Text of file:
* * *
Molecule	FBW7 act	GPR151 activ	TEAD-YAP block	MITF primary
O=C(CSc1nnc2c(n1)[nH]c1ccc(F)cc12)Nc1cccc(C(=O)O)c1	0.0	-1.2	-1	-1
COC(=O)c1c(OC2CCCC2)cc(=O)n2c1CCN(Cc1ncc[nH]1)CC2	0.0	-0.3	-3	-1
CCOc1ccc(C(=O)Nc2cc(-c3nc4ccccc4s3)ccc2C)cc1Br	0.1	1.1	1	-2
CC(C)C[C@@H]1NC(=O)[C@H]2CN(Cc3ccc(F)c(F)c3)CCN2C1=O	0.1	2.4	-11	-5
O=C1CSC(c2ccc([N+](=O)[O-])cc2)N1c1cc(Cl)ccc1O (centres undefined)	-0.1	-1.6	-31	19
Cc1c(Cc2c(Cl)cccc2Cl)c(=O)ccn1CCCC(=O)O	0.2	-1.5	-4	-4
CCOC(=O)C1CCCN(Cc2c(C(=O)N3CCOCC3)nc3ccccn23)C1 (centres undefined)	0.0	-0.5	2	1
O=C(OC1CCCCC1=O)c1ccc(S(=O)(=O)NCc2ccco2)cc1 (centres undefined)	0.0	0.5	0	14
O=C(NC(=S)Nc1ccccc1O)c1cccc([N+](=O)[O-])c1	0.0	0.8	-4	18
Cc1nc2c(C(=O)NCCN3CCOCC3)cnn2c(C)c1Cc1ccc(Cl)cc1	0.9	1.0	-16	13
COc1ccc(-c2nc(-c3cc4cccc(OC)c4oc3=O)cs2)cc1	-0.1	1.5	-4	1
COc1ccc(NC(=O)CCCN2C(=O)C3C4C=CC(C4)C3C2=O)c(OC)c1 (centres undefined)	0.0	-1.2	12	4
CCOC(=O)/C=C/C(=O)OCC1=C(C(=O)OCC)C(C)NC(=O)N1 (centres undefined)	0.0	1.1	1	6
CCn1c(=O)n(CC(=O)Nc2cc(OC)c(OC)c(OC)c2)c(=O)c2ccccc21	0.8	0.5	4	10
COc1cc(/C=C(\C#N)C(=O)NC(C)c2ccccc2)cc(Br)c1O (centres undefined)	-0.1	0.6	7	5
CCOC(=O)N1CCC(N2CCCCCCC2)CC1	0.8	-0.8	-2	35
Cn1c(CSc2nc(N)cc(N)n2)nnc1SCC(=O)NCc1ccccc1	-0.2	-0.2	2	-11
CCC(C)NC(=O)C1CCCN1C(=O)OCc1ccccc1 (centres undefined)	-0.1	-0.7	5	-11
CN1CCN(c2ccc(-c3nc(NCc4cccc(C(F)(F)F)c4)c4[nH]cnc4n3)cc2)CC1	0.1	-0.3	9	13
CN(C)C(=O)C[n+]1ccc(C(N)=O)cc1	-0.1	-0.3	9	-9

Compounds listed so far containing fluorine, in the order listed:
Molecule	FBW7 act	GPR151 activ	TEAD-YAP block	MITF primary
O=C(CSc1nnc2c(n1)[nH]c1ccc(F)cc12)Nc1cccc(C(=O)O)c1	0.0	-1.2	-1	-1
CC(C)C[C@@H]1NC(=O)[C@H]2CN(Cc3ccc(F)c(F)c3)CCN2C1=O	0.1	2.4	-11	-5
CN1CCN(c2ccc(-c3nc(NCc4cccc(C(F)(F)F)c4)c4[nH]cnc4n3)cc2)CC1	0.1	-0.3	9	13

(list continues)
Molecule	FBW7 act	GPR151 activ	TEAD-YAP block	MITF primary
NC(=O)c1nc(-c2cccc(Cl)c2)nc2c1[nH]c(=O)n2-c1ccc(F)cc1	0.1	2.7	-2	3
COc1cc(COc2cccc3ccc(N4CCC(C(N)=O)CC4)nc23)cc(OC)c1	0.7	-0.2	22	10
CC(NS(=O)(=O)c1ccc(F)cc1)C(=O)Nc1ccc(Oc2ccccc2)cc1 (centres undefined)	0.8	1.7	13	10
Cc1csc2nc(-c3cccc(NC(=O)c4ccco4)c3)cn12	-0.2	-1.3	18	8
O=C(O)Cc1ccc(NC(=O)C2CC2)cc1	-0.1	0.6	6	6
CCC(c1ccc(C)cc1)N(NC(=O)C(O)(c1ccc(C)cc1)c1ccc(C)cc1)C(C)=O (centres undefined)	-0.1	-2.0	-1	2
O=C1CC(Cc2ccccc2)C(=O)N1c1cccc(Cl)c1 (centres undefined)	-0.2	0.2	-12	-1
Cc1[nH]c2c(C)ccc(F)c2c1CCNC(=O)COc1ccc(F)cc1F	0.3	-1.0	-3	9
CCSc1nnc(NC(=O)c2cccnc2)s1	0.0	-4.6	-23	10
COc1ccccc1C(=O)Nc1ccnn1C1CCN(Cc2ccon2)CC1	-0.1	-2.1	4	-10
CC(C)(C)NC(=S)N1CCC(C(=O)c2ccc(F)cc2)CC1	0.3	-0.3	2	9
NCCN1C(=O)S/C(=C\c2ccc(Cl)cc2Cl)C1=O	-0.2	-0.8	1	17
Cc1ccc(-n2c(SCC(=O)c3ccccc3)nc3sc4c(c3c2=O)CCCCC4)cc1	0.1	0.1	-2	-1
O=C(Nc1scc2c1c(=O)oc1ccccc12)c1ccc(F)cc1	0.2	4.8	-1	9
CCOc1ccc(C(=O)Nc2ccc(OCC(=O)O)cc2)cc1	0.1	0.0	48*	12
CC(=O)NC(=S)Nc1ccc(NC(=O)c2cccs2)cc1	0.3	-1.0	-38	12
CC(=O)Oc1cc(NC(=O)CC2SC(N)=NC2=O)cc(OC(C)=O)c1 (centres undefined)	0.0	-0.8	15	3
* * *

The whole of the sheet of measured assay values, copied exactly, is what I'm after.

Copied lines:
Molecule	FBW7 act	GPR151 activ	TEAD-YAP block	MITF primary
O=C(CSc1nnc2c(n1)[nH]c1ccc(F)cc12)Nc1cccc(C(=O)O)c1	0.0	-1.2	-1	-1
COC(=O)c1c(OC2CCCC2)cc(=O)n2c1CCN(Cc1ncc[nH]1)CC2	0.0	-0.3	-3	-1
CCOc1ccc(C(=O)Nc2cc(-c3nc4ccccc4s3)ccc2C)cc1Br	0.1	1.1	1	-2
CC(C)C[C@@H]1NC(=O)[C@H]2CN(Cc3ccc(F)c(F)c3)CCN2C1=O	0.1	2.4	-11	-5
O=C1CSC(c2ccc([N+](=O)[O-])cc2)N1c1cc(Cl)ccc1O (centres undefined)	-0.1	-1.6	-31	19
Cc1c(Cc2c(Cl)cccc2Cl)c(=O)ccn1CCCC(=O)O	0.2	-1.5	-4	-4
CCOC(=O)C1CCCN(Cc2c(C(=O)N3CCOCC3)nc3ccccn23)C1 (centres undefined)	0.0	-0.5	2	1
O=C(OC1CCCCC1=O)c1ccc(S(=O)(=O)NCc2ccco2)cc1 (centres undefined)	0.0	0.5	0	14
O=C(NC(=S)Nc1ccccc1O)c1cccc([N+](=O)[O-])c1	0.0	0.8	-4	18
Cc1nc2c(C(=O)NCCN3CCOCC3)cnn2c(C)c1Cc1ccc(Cl)cc1	0.9	1.0	-16	13
COc1ccc(-c2nc(-c3cc4cccc(OC)c4oc3=O)cs2)cc1	-0.1	1.5	-4	1
COc1ccc(NC(=O)CCCN2C(=O)C3C4C=CC(C4)C3C2=O)c(OC)c1 (centres undefined)	0.0	-1.2	12	4
CCOC(=O)/C=C/C(=O)OCC1=C(C(=O)OCC)C(C)NC(=O)N1 (centres undefined)	0.0	1.1	1	6
CCn1c(=O)n(CC(=O)Nc2cc(OC)c(OC)c(OC)c2)c(=O)c2ccccc21	0.8	0.5	4	10
COc1cc(/C=C(\C#N)C(=O)NC(C)c2ccccc2)cc(Br)c1O (centres undefined)	-0.1	0.6	7	5
CCOC(=O)N1CCC(N2CCCCCCC2)CC1	0.8	-0.8	-2	35
Cn1c(CSc2nc(N)cc(N)n2)nnc1SCC(=O)NCc1ccccc1	-0.2	-0.2	2	-11
CCC(C)NC(=O)C1CCCN1C(=O)OCc1ccccc1 (centres undefined)	-0.1	-0.7	5	-11
CN1CCN(c2ccc(-c3nc(NCc4cccc(C(F)(F)F)c4)c4[nH]cnc4n3)cc2)CC1	0.1	-0.3	9	13
CN(C)C(=O)C[n+]1ccc(C(N)=O)cc1	-0.1	-0.3	9	-9

Compounds listed so far containing fluorine, in the order listed:
Molecule	FBW7 act	GPR151 activ	TEAD-YAP block	MITF primary
O=C(CSc1nnc2c(n1)[nH]c1ccc(F)cc12)Nc1cccc(C(=O)O)c1	0.0	-1.2	-1	-1
CC(C)C[C@@H]1NC(=O)[C@H]2CN(Cc3ccc(F)c(F)c3)CCN2C1=O	0.1	2.4	-11	-5
CN1CCN(c2ccc(-c3nc(NCc4cccc(C(F)(F)F)c4)c4[nH]cnc4n3)cc2)CC1	0.1	-0.3	9	13

(list continues)
Molecule	FBW7 act	GPR151 activ	TEAD-YAP block	MITF primary
NC(=O)c1nc(-c2cccc(Cl)c2)nc2c1[nH]c(=O)n2-c1ccc(F)cc1	0.1	2.7	-2	3
COc1cc(COc2cccc3ccc(N4CCC(C(N)=O)CC4)nc23)cc(OC)c1	0.7	-0.2	22	10
CC(NS(=O)(=O)c1ccc(F)cc1)C(=O)Nc1ccc(Oc2ccccc2)cc1 (centres undefined)	0.8	1.7	13	10
Cc1csc2nc(-c3cccc(NC(=O)c4ccco4)c3)cn12	-0.2	-1.3	18	8
O=C(O)Cc1ccc(NC(=O)C2CC2)cc1	-0.1	0.6	6	6
CCC(c1ccc(C)cc1)N(NC(=O)C(O)(c1ccc(C)cc1)c1ccc(C)cc1)C(C)=O (centres undefined)	-0.1	-2.0	-1	2
O=C1CC(Cc2ccccc2)C(=O)N1c1cccc(Cl)c1 (centres undefined)	-0.2	0.2	-12	-1
Cc1[nH]c2c(C)ccc(F)c2c1CCNC(=O)COc1ccc(F)cc1F	0.3	-1.0	-3	9
CCSc1nnc(NC(=O)c2cccnc2)s1	0.0	-4.6	-23	10
COc1ccccc1C(=O)Nc1ccnn1C1CCN(Cc2ccon2)CC1	-0.1	-2.1	4	-10
CC(C)(C)NC(=S)N1CCC(C(=O)c2ccc(F)cc2)CC1	0.3	-0.3	2	9
NCCN1C(=O)S/C(=C\c2ccc(Cl)cc2Cl)C1=O	-0.2	-0.8	1	17
Cc1ccc(-n2c(SCC(=O)c3ccccc3)nc3sc4c(c3c2=O)CCCCC4)cc1	0.1	0.1	-2	-1
O=C(Nc1scc2c1c(=O)oc1ccccc12)c1ccc(F)cc1	0.2	4.8	-1	9
CCOc1ccc(C(=O)Nc2ccc(OCC(=O)O)cc2)cc1	0.1	0.0	48*	12
CC(=O)NC(=S)Nc1ccc(NC(=O)c2cccs2)cc1	0.3	-1.0	-38	12
CC(=O)Oc1cc(NC(=O)CC2SC(N)=NC2=O)cc(OC(C)=O)c1 (centres undefined)	0.0	-0.8	15	3